I’m a big believer in that if you focus on good skincare, you really won’t need a lot of make-up. – Demi Moore
The use of eye creams seems to be a highly debated topic. Some argue that an eye cream is just a glorified version of a moisturizer and that you can use your facial moisturizer under and around your eyes. Others argue that eye creams are different from regular moisturizer in that they are formulated to specifically address the issues we see with aging of the skin around the eyes.
Without doubt, there is enough evidence in the market to suggest that eye creams are a desired product by consumers (myself included). For example, if you run a simple search for “eye cream” on popular retail sites, you receive the following results:
Nordstrom: 322 results
Neiman Marcus: 475 results
Sephora: 521 results
Ulta: 152 results
Lord and Taylor: 56 results
Blue Mercury: 76 results
Macy’s: 126 results
Amazon: 12707 results!!
An eye cream is a specially formulated cream for use under the eye and on your eyelid. Eye creams address one or more of several issues consumers are most concerned about as it relates to the skin around their eyes, e.g. Suppleness, Anti- Aging, Age Spots, Dark Circles, Fine Lines, Wrinkles, Firmness, Puffiness, Bags, Dullness, Circulation, Smoothness, Elasticity, Hydration, etc.
So what exactly is an eye cream made of that makes it potentially worth the money?
Formulating an Eye Cream
Without having a formal chemistry background, I’m going to try my best to relay what I’ve researched and learned in conversations with chemists about how to formulate an eye cream.
Your basic eye cream contains ingredients that can be classified into roughly ten major categories: emollients, emulsifiers, actives, preservatives, thickeners and stabilizers, humectants, occlusives, solvents, pH balance, and fragrance and color.
Emollients are moisturizers responsible for how the product feels on the skin, they act to make the skin feel smooth, soft, and flexible.
Humectants are moisturizers that absorb moisture in from two places: humid conditions from the environment, i.e. drawing water in from the environment around you, and from the dermis layer into the epidermis layer. (See What is Skin – The Basics for a definition of the various layers of skin).
Occlusives are moisturizers that prevent water from evaporating, i.e. they act to keep water in. They can help retain moisture in the skin, can reduce irritation, and restore the skin barrier.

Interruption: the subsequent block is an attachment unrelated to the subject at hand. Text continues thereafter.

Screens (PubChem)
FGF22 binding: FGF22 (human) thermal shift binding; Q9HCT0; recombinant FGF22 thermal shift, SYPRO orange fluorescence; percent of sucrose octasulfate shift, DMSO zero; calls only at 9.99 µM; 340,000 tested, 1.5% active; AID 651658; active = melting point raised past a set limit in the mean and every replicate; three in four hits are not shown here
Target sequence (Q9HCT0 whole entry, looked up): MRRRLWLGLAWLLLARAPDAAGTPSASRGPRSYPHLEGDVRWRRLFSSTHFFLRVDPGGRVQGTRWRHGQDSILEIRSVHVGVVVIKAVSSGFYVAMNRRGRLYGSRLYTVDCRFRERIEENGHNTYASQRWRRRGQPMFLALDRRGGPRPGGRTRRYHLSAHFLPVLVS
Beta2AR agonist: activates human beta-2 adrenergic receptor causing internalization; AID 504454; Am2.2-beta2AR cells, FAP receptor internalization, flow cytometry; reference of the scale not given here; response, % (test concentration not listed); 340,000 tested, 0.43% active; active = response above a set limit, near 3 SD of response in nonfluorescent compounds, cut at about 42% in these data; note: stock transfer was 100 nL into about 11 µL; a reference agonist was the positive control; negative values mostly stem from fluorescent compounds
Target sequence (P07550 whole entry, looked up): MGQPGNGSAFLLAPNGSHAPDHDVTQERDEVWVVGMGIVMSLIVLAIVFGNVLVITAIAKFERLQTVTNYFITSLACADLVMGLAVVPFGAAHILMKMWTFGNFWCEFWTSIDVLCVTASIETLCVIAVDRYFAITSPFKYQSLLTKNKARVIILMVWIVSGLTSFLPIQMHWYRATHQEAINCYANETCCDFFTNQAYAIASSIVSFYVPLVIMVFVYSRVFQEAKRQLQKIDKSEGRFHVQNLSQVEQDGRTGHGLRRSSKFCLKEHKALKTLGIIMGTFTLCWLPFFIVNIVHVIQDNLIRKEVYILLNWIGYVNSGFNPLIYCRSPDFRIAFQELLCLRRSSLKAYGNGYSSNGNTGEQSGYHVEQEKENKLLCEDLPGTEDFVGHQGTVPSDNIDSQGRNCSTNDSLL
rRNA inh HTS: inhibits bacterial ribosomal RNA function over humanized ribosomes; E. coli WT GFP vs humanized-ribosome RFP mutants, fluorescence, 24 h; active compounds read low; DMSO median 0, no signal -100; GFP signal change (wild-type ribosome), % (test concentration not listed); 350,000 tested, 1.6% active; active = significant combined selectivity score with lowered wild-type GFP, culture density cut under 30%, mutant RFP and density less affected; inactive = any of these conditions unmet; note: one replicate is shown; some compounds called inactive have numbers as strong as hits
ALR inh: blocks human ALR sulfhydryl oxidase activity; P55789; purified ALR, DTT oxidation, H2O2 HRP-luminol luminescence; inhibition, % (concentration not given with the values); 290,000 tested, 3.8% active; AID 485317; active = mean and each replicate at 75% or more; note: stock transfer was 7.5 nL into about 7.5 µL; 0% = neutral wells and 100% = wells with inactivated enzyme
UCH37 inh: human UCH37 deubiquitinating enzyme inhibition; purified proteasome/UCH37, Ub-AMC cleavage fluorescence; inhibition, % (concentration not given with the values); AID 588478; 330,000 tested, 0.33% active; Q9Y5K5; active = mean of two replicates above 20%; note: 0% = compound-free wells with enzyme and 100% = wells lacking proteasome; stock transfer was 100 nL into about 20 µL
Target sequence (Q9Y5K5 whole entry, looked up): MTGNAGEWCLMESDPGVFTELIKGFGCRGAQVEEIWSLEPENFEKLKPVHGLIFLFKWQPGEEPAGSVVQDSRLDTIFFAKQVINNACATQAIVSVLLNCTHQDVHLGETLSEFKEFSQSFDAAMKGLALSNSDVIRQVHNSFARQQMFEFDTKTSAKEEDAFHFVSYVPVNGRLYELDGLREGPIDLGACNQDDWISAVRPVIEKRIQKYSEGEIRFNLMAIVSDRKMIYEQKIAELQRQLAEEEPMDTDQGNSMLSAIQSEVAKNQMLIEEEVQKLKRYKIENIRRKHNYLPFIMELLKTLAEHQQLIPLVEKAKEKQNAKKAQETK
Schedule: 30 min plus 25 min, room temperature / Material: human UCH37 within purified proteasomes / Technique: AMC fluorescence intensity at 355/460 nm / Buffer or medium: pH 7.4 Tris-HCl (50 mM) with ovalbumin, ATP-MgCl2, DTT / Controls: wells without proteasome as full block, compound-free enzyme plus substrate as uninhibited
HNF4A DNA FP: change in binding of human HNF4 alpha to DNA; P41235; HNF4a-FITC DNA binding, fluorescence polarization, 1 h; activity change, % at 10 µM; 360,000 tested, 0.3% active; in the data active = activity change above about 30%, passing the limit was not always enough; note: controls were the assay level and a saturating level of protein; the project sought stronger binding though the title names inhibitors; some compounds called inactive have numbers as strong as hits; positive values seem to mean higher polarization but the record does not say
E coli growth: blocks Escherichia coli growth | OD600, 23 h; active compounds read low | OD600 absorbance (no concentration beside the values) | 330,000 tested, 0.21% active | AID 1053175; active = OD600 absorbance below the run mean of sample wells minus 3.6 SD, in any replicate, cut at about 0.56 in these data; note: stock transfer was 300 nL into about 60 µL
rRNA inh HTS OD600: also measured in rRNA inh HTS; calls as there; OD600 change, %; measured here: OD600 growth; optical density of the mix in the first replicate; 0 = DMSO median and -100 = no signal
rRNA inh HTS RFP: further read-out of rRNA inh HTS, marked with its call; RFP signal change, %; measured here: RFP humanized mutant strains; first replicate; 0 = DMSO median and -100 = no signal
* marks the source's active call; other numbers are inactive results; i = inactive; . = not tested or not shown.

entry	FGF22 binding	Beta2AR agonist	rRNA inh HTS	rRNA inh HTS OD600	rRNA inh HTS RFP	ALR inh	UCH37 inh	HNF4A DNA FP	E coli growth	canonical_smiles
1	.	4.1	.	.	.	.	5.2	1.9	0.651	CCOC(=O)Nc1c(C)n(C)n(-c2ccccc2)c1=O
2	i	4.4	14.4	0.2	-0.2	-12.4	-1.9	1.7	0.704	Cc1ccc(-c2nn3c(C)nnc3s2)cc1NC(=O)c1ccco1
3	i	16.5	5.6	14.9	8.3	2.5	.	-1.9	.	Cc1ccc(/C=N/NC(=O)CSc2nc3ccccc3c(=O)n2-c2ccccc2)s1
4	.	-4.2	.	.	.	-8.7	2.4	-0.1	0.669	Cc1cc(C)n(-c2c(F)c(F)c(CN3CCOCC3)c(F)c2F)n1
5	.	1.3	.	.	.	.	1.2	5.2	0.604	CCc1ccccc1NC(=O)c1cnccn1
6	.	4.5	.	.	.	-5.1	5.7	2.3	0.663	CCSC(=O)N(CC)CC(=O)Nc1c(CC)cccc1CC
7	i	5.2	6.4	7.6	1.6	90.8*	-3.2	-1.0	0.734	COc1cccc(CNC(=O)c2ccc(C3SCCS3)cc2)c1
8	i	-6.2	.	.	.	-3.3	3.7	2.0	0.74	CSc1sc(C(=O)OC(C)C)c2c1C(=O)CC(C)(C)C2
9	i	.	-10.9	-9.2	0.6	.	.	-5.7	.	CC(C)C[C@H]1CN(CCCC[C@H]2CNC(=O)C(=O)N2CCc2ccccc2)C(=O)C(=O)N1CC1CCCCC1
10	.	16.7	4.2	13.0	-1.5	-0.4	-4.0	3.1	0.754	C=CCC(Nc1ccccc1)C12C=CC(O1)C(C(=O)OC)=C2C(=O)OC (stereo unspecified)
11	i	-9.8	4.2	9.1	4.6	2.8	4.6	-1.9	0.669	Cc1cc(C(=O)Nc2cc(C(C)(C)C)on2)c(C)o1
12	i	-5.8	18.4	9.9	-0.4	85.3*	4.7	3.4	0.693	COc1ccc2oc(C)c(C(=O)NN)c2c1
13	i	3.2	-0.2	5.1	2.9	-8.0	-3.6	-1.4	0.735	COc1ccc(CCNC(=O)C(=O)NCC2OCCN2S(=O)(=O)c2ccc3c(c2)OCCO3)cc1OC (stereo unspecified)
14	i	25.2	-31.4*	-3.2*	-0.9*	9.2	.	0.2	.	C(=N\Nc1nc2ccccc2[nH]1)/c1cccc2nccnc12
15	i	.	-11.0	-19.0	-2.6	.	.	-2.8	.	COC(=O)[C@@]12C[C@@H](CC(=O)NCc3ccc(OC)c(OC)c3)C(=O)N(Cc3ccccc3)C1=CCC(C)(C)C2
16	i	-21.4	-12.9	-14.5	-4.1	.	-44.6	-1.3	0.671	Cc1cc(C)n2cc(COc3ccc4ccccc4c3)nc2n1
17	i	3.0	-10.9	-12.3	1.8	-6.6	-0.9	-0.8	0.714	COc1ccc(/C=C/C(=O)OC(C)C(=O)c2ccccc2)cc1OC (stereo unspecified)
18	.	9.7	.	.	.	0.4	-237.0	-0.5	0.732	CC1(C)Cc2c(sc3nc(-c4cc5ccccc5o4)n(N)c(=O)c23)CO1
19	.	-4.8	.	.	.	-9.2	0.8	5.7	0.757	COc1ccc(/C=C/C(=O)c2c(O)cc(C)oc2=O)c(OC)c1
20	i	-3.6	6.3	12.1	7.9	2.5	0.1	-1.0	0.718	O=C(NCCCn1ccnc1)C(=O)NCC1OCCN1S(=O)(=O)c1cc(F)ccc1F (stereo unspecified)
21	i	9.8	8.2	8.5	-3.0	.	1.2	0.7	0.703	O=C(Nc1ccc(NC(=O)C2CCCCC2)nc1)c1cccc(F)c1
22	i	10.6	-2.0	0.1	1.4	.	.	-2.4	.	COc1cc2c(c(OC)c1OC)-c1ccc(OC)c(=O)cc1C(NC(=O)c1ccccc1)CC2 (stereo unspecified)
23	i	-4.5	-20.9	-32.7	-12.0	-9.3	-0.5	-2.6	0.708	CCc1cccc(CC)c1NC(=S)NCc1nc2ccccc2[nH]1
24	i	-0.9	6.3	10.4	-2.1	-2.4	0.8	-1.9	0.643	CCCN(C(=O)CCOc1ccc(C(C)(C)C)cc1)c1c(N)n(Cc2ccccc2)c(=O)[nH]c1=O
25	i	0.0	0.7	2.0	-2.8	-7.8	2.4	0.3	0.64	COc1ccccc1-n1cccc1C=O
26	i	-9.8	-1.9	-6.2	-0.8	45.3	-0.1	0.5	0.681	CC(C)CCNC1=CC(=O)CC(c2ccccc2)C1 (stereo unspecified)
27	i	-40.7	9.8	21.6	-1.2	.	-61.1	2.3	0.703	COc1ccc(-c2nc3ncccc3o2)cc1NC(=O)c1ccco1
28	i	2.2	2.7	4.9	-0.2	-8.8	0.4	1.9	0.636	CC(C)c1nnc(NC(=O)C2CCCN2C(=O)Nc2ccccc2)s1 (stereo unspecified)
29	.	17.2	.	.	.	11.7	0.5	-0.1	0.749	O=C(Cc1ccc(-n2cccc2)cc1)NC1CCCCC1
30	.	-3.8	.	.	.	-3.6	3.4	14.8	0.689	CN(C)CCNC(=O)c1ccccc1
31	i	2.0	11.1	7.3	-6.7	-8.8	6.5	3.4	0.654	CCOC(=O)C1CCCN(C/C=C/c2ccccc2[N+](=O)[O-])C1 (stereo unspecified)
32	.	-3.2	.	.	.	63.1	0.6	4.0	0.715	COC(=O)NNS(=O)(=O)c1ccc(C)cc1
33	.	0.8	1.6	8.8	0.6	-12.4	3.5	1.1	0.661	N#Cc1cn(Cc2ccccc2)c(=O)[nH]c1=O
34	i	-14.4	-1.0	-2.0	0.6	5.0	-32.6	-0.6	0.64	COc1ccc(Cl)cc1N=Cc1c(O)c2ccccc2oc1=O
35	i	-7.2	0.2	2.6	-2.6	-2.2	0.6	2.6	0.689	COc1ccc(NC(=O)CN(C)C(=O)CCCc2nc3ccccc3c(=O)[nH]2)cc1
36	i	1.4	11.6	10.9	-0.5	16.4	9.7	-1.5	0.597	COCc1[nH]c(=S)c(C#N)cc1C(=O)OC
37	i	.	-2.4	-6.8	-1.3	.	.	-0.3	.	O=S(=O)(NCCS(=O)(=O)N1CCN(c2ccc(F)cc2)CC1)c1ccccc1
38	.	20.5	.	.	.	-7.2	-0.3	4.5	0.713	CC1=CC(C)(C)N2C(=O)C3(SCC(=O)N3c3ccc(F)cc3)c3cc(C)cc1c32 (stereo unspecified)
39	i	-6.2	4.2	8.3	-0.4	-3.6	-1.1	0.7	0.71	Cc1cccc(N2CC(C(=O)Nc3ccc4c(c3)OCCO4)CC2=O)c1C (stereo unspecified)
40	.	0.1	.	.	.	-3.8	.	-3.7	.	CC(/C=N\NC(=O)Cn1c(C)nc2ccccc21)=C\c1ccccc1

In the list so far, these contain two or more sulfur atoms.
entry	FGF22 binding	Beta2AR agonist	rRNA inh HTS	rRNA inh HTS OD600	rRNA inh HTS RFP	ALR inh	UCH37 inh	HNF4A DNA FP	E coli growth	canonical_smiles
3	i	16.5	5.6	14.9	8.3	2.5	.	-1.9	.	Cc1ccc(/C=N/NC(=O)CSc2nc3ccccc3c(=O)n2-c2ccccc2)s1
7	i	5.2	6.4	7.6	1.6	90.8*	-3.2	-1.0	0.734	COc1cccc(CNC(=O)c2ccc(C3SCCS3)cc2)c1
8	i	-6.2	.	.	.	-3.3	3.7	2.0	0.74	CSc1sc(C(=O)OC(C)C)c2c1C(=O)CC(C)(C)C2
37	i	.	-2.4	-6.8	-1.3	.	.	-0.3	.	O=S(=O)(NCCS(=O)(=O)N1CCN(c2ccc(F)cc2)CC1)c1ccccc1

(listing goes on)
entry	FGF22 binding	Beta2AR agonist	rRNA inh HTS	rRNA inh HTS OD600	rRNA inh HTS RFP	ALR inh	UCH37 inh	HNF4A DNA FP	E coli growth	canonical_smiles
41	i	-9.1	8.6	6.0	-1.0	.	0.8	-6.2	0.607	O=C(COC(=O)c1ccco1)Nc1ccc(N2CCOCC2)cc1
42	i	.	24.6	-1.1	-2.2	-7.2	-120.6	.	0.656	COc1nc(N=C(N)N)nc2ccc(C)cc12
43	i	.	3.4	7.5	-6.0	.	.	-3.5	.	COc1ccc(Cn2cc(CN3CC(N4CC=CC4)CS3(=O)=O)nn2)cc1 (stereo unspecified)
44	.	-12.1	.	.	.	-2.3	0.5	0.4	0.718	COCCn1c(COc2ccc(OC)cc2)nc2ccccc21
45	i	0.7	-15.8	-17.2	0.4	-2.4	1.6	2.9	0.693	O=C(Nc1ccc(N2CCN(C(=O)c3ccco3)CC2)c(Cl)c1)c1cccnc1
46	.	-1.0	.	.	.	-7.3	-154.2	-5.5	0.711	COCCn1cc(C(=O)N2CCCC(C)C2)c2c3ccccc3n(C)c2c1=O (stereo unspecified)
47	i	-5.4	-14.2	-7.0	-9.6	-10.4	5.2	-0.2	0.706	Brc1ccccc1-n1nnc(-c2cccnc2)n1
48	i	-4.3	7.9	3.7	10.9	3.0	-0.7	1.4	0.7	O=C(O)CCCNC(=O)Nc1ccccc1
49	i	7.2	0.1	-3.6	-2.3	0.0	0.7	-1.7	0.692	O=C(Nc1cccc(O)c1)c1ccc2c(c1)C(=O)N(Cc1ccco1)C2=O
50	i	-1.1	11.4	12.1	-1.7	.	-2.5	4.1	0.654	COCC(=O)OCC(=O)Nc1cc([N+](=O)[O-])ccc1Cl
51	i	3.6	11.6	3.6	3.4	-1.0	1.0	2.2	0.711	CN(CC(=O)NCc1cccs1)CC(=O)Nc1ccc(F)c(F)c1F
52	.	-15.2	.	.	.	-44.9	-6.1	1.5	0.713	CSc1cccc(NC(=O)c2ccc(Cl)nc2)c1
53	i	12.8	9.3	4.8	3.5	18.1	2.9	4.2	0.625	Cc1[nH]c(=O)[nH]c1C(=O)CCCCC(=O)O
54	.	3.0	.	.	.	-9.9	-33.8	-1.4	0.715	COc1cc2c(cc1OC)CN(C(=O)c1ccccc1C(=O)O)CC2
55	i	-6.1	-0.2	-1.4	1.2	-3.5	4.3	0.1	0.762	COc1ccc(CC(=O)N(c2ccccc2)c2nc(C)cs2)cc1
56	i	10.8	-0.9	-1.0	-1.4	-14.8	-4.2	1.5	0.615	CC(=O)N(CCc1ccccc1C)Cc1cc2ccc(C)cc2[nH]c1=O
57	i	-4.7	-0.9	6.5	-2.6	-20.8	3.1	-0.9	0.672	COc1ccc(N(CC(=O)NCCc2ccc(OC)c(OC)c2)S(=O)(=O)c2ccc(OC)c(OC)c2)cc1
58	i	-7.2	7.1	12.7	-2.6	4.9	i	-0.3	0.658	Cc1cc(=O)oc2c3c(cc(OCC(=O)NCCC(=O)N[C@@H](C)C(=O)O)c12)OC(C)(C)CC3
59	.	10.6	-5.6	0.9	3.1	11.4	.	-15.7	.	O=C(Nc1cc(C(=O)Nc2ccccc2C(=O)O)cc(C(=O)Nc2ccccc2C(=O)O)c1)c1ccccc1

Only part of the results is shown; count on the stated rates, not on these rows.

Emulsifiers helps keep unlike ingredients, like water and oil, from separating when mixed together. In cosmetics, you can have oil in water emulsions (mayonnaise is a good example of this) or water in oil emulsions. The way emulsifiers work is that when added to a formula, they change the surface tension between water and oil which produces a homogeneous and well-miked product with an even texture.
Active ingredients are responsible for delivering claims associated with the product. In the case of eye cream, these ingredients would address the appearance of dark circles, fine lines, wrinkles, puffiness, etc.
Preservatives are added to help prevent bacteria, mold, or yeast from growing in the formula. A big push these days is towards natural preservatives versus synthetically derived ones.
Thickeners and Stabilizers
A cream is composed of oil and water soluble ingredients which tend to separate over time. Even with an emulsifier, this separation needs additional support which is provided via thickeners and stabilizers.
These ingredients dissolve other ingredients and enable them to work properly. Water is an example of a solvent.
Some ingredients act to help adjust the physical properties such as pH. Our skin’s natural pH is around 5.5. Some formulas have ingredients added to help bring the pH of the cream to something closer to our skin’s natural pH to help improve how the skin reacts when the formula is applied.
Fragrance / Color
Some creams include ingredients for fragrance or color. Typically eye creams are not fragrant for fear of irritation to the eye but some creams do add color to either offset the dark hues of dark circles or improve the overall look of the product and make it more visually appealing, e.g. green for an avocado base or yellow for a banana base.